Article Text

Download PDFPDF

580 Mapping interstitial fluid flow in the brain to improve CAR T cell trafficking and efficacy
  1. Margarita Gutova1,
  2. Ryan Woodall1,
  3. Eric Ma2,
  4. Cora Esparza3,
  5. Vanessa Salvary2,
  6. Brenda Aguilar2,
  7. Renate Starr2,
  8. Behnam Badie2,
  9. Darya Alizadeh2,
  10. Jennifer M Munson3,
  11. Russell C Rockne1 and
  12. Christine Brown1,2
  1. 1Beckman Research Institute, City of Hope, Duarte, CA, USA
  2. 2City of Hope Medical Center, Duarte, CA, USA
  3. 3Fralin Biomedical Research Institute, Virginia Tech, Roanoke, VA, USA
  • Journal for ImmunoTherapy of Cancer (JITC) preprint. The copyright holder for this preprint are the authors/funders, who have granted JITC permission to display the preprint. All rights reserved. No reuse allowed without permission.


Background A major obstacle to successful CAR T cell therapy for glioblastoma (GBM) is effective tumor trafficking and infiltration, which is limited by the blood-brain and blood-CSF barriers. Further, the GBM tumor microenvironment (TME) is characterized by solid stress, vessel leakiness, hypoxia, low pH, and high interstitial fluid pressure, all which impact CAR T cell trafficking. In this study, we set out to address two clinical challenges related to CAR T cell trafficking and efficacy: 1) the detection of CAR T cell tumor infiltration and bioactivity using clinical translatable imaging techniques, such as advanced MRI; and 2) the optimization of the route of administration of CAR T-cells for improved trafficking and therapeutic effect.

Methods We are evaluating CAR T-cells as a novel cell-based immunotherapy for treating glioblastoma (GBM) in early phase clinical trials. CAR T-cell therapy has been shown to induce complete regression in at least one case (Brown et al. 2016). These results have led to the initiation of a first-in-human phase I CAR T-cell trial for recurrent high-grade glioma patients at City of Hope (NCT02208362). In this study, perfusion imaging was performed on a subset of patients who received MRI pre-treatment and post-resection, and follow-up MRI after 3 treatment cycles roughly one month after initial imaging (n = 41).

Results A decrease in MR-observed tumor volume was significantly correlated to a decrease in contrast leakage into the surrounding tissue (r = 0.369, p = 0.0177*). These results suggest preliminary evidence of vascular normalization in patients who had strong initial response to CAR-T therapy. Immunohistochemistry analysis of patient tumor tissue indicates that endogenous human T cells were distributed around CD31 stained blood vessels (surgical sample analysis of CAR T patients). To better understand how perfusion imaging relates to CAR T cell therapy, we used two syngeneic models of glioma, K-luc and GL261, and characterized fluid flow dynamics during tumor response versus progression, comparing both invasive (K-luc) versus bulky (GL261) tumor growth phenotypes. We also characterized endogenous immune cell subset distribution at the tumor edge and tumor center, such as T cells (CD3, CD4 and CD8), macrophages (CD68 and CD163) and tumor biomarkers-VEGFA, VEGFC, CD31, HIF1a by immunohistochemistry, which were changing with perfusion-diffusion kinetics of the tumor.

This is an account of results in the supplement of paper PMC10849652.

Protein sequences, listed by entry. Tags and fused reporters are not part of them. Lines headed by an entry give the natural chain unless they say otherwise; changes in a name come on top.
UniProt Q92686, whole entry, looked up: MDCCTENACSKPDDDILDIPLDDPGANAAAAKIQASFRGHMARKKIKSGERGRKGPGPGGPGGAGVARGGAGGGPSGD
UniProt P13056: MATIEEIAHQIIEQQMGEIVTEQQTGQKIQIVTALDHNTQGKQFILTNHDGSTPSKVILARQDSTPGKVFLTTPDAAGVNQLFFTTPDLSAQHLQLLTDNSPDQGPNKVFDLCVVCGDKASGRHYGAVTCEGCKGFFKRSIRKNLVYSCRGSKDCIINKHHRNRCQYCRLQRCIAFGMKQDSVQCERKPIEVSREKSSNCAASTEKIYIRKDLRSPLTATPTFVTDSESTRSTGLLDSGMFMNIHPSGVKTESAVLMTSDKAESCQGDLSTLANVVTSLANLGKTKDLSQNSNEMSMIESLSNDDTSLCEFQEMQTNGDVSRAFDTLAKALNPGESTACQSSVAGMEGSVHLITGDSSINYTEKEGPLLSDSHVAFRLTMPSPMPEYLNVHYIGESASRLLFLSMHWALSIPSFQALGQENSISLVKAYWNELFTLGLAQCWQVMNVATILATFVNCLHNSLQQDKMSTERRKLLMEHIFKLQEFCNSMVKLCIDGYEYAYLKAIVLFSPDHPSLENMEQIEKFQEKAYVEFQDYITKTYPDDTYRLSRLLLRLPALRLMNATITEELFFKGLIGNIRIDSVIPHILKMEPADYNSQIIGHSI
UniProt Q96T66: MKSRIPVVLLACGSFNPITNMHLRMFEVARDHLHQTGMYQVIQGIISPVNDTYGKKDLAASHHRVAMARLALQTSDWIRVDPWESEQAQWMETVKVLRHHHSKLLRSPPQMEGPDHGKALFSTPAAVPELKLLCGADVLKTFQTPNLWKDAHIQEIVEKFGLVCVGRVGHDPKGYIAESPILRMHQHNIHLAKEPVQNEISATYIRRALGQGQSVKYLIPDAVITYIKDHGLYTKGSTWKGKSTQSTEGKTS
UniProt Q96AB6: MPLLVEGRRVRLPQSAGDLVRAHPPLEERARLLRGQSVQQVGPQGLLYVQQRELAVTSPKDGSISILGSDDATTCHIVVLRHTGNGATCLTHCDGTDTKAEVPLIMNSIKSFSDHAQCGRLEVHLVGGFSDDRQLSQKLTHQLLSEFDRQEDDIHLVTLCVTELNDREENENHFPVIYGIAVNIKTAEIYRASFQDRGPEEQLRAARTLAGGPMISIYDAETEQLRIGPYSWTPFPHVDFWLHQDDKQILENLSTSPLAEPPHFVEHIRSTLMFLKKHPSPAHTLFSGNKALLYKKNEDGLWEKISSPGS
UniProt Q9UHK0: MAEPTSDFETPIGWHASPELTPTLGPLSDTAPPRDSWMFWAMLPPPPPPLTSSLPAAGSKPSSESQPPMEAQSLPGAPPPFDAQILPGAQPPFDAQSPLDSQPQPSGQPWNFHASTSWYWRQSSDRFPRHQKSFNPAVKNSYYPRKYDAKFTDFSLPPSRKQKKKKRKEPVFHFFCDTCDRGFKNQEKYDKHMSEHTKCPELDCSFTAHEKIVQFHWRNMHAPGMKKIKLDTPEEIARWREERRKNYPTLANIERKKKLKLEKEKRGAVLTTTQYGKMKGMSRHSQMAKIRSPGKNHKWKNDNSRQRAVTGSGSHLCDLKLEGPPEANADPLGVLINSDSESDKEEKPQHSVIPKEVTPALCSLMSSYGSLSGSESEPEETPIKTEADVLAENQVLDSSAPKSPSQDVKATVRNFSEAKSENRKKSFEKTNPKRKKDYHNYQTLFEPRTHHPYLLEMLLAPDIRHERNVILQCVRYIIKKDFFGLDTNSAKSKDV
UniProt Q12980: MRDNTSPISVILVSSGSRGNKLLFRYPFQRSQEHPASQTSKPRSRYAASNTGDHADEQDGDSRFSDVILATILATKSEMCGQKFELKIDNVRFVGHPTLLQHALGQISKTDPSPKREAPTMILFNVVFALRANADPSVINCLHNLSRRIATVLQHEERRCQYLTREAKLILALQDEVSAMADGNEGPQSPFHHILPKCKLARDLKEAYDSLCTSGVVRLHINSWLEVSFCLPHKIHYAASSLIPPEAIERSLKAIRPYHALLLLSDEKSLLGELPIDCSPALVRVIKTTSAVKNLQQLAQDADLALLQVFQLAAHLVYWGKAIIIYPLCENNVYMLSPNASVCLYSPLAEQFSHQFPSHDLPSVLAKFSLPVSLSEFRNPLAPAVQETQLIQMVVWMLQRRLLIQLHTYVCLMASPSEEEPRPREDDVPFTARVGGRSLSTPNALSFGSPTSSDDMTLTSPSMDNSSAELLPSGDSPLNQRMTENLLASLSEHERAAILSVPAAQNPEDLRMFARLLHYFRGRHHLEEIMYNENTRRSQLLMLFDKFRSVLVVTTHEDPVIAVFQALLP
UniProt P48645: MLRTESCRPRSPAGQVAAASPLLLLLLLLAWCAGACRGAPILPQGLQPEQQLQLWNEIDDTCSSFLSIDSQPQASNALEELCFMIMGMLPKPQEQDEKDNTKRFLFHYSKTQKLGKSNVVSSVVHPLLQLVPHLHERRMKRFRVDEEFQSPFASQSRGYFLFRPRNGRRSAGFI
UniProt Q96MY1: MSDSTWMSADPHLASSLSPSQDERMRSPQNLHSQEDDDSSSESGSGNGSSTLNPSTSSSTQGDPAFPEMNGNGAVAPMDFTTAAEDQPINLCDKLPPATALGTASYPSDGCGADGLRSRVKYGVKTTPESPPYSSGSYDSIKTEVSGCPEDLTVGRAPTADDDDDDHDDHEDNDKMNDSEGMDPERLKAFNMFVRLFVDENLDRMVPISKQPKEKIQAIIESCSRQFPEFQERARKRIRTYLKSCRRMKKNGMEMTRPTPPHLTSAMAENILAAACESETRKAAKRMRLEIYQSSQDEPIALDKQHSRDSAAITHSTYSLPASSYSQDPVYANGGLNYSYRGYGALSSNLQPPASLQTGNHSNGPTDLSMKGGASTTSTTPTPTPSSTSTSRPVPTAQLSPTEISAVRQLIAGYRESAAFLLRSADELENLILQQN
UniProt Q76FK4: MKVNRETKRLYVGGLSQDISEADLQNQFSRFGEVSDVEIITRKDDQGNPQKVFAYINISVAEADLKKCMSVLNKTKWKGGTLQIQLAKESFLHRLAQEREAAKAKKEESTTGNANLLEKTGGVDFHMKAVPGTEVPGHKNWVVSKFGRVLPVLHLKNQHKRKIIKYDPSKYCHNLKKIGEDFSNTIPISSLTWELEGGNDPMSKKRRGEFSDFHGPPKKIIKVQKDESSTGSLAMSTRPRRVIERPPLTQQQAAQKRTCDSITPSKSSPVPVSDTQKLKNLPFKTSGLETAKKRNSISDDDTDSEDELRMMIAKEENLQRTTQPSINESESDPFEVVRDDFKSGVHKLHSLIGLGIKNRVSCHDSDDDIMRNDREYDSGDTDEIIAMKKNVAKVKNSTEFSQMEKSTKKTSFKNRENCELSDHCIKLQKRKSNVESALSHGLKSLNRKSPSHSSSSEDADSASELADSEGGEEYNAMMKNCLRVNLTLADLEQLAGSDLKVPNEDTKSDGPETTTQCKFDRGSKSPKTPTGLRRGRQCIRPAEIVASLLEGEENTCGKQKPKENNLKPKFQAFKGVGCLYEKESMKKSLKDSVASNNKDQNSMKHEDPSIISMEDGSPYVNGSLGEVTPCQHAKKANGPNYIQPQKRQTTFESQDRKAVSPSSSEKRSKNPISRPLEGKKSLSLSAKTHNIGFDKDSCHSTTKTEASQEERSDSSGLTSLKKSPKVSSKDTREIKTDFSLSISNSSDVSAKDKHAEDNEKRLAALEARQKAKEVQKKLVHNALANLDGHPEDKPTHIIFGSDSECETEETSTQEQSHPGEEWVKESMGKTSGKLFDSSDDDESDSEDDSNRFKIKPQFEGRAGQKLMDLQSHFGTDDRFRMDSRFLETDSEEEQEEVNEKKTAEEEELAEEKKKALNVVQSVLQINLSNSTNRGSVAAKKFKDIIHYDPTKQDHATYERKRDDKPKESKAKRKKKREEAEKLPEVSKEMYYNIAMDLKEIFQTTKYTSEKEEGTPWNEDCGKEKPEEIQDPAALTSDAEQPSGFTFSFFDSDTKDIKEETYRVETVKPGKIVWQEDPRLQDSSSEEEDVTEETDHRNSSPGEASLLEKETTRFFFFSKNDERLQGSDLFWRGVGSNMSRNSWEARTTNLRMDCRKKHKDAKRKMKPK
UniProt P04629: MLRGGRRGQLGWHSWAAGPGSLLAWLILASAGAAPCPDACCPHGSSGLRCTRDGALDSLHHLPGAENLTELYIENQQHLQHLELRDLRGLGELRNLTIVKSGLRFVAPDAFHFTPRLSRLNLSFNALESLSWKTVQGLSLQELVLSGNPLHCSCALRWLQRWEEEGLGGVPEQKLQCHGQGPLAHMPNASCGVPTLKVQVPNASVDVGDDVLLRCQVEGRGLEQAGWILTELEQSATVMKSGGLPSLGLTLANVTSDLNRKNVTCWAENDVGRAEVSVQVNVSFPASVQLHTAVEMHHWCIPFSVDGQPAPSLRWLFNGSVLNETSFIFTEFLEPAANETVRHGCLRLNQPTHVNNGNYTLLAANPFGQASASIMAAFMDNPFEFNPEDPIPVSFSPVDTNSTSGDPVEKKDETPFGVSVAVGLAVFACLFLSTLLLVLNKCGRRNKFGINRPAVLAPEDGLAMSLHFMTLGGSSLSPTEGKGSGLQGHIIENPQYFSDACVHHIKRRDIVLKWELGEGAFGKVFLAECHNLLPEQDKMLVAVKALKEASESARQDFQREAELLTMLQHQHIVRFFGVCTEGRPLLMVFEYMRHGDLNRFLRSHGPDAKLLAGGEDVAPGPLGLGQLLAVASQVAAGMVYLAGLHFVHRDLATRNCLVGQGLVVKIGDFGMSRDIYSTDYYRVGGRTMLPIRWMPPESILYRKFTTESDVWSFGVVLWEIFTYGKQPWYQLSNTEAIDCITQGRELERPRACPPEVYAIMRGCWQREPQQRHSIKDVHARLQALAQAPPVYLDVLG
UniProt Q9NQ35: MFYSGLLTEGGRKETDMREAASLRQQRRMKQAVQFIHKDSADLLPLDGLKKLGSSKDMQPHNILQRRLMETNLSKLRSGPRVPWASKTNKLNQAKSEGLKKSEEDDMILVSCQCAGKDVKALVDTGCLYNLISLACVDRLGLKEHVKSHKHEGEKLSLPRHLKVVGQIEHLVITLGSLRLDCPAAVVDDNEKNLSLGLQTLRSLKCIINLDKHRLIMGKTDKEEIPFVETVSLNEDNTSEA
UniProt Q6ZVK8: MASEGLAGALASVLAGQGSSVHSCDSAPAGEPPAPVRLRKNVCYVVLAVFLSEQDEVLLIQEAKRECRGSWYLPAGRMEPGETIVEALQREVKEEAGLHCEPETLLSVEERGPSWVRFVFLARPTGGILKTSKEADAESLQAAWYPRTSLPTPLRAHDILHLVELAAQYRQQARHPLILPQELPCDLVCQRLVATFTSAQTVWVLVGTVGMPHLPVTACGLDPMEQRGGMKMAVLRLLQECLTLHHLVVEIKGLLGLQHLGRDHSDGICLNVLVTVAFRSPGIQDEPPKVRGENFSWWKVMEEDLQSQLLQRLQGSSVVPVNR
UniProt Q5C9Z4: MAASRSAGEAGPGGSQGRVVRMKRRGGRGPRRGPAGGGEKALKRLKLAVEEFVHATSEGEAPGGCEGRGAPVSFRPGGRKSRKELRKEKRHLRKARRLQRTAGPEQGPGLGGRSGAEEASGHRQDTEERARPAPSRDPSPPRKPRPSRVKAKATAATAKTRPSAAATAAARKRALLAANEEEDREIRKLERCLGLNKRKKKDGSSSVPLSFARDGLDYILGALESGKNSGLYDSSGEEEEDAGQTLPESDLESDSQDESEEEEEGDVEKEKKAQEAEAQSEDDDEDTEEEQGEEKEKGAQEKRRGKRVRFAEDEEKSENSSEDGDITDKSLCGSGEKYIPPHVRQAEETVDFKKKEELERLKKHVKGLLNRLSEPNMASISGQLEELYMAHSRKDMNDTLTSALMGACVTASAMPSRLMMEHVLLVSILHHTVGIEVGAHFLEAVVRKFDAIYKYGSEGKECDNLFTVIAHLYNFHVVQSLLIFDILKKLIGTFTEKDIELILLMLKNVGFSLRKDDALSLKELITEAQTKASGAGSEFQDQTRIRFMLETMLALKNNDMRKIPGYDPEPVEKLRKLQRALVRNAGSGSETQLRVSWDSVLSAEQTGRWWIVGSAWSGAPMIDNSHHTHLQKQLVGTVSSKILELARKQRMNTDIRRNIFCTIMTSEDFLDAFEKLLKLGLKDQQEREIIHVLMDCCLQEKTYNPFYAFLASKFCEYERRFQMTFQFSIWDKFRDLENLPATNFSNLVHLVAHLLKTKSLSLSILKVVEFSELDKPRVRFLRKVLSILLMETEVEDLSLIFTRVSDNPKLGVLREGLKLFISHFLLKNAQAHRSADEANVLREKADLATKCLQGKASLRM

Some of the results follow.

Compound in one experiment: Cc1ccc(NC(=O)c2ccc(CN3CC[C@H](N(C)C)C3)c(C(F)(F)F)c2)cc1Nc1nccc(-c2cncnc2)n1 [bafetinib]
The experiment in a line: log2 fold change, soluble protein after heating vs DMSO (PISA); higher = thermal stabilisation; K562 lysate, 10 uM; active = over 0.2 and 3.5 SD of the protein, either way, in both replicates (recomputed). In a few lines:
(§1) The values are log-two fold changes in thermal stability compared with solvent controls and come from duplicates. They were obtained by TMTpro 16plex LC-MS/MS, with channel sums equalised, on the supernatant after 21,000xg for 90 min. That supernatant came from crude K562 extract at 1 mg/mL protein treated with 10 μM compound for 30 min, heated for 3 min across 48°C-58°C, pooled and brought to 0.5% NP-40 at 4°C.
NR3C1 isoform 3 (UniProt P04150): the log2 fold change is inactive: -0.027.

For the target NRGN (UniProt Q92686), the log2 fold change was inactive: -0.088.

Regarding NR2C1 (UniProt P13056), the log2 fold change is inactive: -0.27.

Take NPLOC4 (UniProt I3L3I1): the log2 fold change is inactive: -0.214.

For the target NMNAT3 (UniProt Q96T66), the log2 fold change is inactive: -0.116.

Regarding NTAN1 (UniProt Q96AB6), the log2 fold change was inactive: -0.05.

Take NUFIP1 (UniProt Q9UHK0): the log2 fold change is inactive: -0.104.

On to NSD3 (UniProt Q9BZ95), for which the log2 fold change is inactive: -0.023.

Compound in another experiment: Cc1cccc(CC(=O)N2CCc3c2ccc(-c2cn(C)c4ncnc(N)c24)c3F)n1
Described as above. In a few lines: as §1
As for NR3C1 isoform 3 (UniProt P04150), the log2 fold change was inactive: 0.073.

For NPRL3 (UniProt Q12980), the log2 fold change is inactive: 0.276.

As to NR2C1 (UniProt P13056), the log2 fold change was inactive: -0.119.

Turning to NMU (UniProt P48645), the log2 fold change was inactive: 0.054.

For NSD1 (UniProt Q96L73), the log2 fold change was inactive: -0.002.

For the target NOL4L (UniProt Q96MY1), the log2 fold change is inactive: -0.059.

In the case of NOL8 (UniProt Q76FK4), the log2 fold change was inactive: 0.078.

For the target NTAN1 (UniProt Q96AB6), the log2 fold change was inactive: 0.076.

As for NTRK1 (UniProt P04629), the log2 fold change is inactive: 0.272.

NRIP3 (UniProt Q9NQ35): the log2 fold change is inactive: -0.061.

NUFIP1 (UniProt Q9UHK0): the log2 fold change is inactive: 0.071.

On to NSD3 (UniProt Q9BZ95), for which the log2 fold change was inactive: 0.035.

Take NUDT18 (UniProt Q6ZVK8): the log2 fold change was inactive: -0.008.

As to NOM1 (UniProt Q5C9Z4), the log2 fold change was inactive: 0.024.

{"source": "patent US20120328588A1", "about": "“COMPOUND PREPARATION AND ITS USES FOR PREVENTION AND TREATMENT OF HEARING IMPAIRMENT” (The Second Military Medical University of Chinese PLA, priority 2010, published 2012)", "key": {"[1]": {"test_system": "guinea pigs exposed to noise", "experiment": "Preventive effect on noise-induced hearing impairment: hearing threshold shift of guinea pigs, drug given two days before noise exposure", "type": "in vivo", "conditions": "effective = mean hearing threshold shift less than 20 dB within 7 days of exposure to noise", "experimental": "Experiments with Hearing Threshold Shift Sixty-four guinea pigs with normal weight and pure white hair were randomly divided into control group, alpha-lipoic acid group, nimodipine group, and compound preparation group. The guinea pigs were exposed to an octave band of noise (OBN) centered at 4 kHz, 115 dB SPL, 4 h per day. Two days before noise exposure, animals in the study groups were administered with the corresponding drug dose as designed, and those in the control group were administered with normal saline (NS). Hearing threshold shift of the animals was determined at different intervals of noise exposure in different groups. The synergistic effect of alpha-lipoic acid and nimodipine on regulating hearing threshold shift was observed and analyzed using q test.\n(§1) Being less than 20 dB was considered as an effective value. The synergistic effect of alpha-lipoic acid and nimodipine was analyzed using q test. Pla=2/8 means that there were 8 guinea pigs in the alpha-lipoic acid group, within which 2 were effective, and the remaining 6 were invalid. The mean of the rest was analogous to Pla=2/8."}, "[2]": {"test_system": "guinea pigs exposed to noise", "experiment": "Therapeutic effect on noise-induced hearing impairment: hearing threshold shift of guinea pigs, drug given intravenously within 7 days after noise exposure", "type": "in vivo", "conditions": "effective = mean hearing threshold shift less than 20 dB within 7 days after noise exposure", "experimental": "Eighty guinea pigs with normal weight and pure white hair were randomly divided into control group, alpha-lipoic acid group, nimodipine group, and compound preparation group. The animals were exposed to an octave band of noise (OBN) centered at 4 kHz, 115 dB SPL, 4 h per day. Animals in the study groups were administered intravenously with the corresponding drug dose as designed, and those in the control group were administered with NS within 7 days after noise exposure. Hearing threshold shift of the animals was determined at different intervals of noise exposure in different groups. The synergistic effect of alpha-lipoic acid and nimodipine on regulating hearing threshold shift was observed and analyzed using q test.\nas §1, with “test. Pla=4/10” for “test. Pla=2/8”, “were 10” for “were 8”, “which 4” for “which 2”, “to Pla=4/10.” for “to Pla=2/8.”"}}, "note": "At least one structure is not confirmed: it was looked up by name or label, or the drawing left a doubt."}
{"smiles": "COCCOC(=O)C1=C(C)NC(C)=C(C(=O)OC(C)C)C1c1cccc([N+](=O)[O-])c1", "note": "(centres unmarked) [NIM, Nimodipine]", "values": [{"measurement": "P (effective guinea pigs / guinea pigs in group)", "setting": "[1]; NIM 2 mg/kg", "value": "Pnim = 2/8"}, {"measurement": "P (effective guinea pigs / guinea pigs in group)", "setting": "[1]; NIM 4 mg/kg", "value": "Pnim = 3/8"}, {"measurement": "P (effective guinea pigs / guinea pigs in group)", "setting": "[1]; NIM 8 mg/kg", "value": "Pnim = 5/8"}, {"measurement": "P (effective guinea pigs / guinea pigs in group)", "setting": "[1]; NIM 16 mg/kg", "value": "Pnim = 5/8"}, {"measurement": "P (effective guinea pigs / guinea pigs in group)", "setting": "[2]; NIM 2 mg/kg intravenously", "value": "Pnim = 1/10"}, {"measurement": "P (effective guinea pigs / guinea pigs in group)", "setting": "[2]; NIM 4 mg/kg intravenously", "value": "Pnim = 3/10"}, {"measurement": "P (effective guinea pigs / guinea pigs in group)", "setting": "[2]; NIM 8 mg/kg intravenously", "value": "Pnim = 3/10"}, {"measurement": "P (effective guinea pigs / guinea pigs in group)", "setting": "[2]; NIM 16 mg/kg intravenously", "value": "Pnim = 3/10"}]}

Conclusions Ongoing studies are focused on further investigating interstitial fluid flow as an imaging biomarker predictive of response both clinically and pre-clinically.

This is an open access article distributed in accordance with the Creative Commons Attribution Non Commercial (CC BY-NC 4.0) license, which permits others to distribute, remix, adapt, build upon this work non-commercially, and license their derivative works on different terms, provided the original work is properly cited, appropriate credit is given, any changes made indicated, and the use is non-commercial. See

Statistics from

Request Permissions

If you wish to reuse any or all of this article please use the link below which will take you to the Copyright Clearance Center’s RightsLink service. You will be able to get a quick price and instant permission to reuse the content in many different ways.